9 thoughts on “YA, Or Not”

  1. This might be something you just want to leave to the agents and editors to decide, and write it as is. I definitely think there'd be a market for it, once that market is found. I was thinking when I was reading the last Montmaray book that it's starting to feel more YA-Adult Crossover rather than straight YA– not for like, you know, GRAPHIC INAPPROPRIATENESS reasons, just for, like you said, different more adult mindsets– beyond coming-of-age and into what-do-I-do-with-this-age-now-that-I'm-here. And I've heard buzz about people wanting more books set at that age level– true young adulthood rather than teen. So I would write the book as it wants to be written and leave the marketing decisions to the people who decide that sort of thing for a living.

  2. The next predicted market is post YA or older YA (college age and post-college, who are looking for something different than what's out there right now). I'd say write the story you're writing. It may be that when it's done, the market will be there.

  3. I wish I had some good info for you. I don't know whether an alternate-history-adventure-fantasy genre exists or not, or exactly what boundaries define what genres. I think you have to write the story you want to write. If you are really in a panic, you can always attend an agent panel somewhere and ask your questions. Also, some agents hold chats on twitter. Hope this helps. Good luck!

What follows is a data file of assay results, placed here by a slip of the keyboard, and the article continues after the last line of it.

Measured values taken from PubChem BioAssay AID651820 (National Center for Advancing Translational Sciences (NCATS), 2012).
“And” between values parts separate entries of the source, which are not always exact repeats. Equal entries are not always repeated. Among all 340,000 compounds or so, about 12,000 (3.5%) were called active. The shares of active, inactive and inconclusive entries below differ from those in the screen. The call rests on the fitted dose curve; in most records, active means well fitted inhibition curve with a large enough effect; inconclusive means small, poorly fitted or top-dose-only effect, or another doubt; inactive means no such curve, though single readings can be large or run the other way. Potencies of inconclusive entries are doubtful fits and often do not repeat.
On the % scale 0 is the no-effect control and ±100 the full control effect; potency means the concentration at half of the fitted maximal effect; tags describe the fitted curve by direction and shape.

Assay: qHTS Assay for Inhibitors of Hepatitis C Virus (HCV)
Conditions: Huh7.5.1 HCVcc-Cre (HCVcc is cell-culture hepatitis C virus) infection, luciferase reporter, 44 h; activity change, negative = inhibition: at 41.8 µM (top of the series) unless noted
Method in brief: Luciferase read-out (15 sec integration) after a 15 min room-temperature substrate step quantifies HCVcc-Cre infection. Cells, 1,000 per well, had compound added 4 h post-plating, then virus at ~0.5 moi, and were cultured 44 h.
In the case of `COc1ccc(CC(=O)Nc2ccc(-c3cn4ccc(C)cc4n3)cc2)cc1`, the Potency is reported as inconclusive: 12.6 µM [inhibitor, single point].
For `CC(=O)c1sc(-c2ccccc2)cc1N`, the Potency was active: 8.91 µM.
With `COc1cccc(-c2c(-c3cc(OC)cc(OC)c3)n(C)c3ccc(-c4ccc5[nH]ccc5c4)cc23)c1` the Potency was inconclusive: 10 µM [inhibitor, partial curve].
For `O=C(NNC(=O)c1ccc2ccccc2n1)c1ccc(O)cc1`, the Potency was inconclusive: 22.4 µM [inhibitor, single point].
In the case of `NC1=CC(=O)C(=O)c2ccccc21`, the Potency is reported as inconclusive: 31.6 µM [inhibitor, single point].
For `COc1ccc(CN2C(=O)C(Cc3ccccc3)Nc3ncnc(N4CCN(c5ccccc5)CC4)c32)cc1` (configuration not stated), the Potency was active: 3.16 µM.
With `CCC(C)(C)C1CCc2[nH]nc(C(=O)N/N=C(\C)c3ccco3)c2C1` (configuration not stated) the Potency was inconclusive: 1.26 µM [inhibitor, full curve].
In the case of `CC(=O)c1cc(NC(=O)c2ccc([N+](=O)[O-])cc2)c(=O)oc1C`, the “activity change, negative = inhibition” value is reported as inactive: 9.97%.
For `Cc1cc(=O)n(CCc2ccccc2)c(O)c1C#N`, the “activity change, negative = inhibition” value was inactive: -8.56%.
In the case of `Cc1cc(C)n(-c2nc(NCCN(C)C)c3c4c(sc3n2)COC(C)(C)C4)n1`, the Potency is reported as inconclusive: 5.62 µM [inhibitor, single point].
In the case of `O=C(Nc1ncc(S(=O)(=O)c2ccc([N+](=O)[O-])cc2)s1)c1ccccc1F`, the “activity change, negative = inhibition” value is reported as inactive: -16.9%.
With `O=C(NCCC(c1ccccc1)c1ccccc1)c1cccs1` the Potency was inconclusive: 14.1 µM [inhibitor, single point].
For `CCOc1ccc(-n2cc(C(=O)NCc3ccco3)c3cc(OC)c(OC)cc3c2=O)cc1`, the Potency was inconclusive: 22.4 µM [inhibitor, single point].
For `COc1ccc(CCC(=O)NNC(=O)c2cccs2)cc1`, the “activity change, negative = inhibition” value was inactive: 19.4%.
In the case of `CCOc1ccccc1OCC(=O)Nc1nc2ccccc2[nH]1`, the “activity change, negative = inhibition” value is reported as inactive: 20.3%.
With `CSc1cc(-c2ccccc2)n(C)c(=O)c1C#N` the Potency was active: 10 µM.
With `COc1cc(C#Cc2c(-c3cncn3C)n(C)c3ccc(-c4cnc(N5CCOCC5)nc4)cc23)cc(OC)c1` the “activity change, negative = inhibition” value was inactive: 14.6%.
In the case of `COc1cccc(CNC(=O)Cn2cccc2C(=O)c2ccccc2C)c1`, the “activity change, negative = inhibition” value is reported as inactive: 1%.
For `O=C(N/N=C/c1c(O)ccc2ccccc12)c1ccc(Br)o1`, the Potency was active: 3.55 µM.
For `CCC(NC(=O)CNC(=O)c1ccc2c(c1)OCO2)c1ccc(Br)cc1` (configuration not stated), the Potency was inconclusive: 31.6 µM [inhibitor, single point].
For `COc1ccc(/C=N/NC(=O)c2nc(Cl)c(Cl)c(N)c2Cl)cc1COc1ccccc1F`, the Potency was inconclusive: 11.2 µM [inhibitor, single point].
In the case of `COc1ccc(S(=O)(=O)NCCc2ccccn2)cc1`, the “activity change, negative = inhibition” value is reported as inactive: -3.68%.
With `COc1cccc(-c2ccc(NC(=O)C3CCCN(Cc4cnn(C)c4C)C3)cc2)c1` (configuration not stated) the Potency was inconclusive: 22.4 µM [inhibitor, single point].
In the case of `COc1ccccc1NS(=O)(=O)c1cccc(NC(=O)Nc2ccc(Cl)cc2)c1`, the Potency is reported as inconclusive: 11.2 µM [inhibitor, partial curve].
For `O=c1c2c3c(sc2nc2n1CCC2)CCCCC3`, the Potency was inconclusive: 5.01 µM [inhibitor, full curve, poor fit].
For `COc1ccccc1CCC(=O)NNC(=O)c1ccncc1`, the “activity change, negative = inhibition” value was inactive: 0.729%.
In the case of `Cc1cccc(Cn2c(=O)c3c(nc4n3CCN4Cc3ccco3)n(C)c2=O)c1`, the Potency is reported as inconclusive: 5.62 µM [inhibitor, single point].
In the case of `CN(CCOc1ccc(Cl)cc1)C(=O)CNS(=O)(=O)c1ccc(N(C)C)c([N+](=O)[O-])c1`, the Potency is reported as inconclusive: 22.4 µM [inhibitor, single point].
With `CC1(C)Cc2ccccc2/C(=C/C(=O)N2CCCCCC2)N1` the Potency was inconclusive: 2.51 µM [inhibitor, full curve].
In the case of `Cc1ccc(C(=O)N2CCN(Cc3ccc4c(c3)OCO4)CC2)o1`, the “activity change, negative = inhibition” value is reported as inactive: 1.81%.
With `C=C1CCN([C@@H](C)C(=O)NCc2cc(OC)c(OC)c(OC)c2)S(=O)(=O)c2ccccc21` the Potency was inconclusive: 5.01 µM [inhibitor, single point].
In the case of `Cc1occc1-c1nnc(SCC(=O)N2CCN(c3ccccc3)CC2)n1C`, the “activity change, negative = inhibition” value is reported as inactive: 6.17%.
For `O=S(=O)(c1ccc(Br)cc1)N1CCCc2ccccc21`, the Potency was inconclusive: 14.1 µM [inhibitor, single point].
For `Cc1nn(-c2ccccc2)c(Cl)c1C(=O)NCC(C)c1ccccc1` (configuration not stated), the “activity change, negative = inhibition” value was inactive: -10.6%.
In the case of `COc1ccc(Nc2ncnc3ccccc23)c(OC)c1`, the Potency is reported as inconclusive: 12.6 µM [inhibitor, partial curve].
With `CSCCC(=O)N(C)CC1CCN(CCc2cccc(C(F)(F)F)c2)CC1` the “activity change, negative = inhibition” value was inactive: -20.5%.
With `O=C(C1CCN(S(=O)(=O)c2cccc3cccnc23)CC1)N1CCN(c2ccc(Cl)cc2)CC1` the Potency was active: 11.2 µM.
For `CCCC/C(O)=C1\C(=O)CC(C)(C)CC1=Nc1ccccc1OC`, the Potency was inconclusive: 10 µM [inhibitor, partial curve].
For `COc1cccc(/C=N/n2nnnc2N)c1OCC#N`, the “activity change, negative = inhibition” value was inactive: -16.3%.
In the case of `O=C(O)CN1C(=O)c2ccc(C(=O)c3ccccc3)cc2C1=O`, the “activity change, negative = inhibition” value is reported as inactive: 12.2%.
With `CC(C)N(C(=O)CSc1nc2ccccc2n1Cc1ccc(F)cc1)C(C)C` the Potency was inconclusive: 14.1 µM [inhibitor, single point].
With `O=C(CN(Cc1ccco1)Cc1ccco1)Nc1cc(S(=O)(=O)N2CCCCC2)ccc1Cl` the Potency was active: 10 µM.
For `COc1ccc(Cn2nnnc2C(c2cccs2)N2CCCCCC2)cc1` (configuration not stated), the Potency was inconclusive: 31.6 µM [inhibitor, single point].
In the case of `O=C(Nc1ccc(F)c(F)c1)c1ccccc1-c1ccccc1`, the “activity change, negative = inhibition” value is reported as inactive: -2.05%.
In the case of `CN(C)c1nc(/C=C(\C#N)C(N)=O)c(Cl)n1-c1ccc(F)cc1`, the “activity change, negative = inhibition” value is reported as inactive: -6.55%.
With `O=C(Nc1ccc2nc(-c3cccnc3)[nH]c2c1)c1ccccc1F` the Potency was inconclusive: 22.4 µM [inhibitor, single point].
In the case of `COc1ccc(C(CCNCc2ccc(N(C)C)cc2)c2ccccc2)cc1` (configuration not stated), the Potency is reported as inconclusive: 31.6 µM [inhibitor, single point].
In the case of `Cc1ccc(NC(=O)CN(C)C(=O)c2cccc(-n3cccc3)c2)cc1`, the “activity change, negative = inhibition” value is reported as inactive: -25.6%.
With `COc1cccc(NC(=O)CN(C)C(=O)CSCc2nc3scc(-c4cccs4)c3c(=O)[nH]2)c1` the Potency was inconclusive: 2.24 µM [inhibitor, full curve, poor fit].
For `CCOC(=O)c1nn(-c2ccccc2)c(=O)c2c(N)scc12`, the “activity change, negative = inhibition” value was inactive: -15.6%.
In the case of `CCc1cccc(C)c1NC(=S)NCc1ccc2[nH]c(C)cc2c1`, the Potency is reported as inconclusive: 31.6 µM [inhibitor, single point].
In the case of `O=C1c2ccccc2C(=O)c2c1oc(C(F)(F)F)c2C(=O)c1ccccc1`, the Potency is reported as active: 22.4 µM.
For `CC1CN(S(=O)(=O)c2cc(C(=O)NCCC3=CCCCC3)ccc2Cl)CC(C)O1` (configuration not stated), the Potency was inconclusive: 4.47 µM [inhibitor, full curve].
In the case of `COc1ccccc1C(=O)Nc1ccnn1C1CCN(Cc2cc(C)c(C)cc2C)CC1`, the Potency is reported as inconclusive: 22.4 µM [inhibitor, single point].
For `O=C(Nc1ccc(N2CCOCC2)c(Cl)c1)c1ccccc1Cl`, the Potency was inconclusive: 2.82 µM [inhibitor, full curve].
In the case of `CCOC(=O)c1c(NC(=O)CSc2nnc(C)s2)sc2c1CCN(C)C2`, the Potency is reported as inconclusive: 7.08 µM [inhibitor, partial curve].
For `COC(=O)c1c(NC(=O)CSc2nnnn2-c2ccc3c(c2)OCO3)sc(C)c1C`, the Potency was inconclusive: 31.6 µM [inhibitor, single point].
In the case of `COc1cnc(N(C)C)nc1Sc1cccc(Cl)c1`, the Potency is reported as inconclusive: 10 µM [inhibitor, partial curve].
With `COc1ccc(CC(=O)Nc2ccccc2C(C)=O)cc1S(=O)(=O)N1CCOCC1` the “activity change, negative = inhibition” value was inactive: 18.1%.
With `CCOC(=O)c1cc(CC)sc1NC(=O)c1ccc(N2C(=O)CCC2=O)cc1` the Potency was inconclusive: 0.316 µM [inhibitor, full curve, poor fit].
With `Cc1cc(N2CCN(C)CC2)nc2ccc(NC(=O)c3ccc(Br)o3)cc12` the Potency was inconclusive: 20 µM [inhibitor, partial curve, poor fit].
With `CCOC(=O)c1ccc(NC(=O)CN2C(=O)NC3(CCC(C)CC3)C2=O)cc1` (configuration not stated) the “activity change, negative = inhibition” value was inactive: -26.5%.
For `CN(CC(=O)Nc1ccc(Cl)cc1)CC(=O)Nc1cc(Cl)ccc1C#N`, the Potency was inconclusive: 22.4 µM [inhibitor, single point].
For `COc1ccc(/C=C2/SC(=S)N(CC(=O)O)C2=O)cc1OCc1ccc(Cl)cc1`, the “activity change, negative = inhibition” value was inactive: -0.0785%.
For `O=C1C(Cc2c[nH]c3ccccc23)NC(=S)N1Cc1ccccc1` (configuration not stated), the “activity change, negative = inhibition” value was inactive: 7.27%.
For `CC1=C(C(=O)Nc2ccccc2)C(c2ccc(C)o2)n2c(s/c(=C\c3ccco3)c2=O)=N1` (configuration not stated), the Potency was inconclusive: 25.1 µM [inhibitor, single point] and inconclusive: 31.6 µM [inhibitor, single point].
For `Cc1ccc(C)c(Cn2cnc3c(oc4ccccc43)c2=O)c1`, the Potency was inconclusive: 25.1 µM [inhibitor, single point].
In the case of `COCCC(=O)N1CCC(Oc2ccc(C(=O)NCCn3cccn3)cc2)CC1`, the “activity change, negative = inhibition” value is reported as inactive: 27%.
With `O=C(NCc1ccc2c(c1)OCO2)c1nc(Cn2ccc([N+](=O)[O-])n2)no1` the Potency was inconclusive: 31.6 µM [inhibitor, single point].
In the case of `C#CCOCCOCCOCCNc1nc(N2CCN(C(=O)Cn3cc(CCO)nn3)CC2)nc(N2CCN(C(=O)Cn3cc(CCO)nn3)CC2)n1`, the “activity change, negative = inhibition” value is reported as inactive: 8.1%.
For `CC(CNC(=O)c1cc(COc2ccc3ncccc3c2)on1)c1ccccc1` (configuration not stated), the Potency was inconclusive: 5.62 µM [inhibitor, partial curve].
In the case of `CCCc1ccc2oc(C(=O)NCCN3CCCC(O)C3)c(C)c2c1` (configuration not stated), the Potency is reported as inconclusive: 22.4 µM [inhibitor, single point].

4. I'm going to answer your most important question first: yes, I totally watched Muppet Babies as a kid. And now I have the theme song playing in my head. Thanks for that. ;)As for the actually important question, I'm with the previous commenters: write the story you want to write and then either let the agents figure out how to market it, or tweak it later if and when you decide on the audience you're aiming for.

  5. Rockinlibrarian – It's good having a librarian's opinion on this – you get to see most of what's already here, what's coming up, and what people are reading and wanting. So yay, encouraging news for me!Connie – you mean, for once in my life I might be in tune with a trend, instead of a step or two behind it? Sweet.Kirsten – I hadn't even thought about Twitter chats for agents; good advice, thanks!Kristen – I'm so glad I'm not the only one with that song stuck in my head now :-)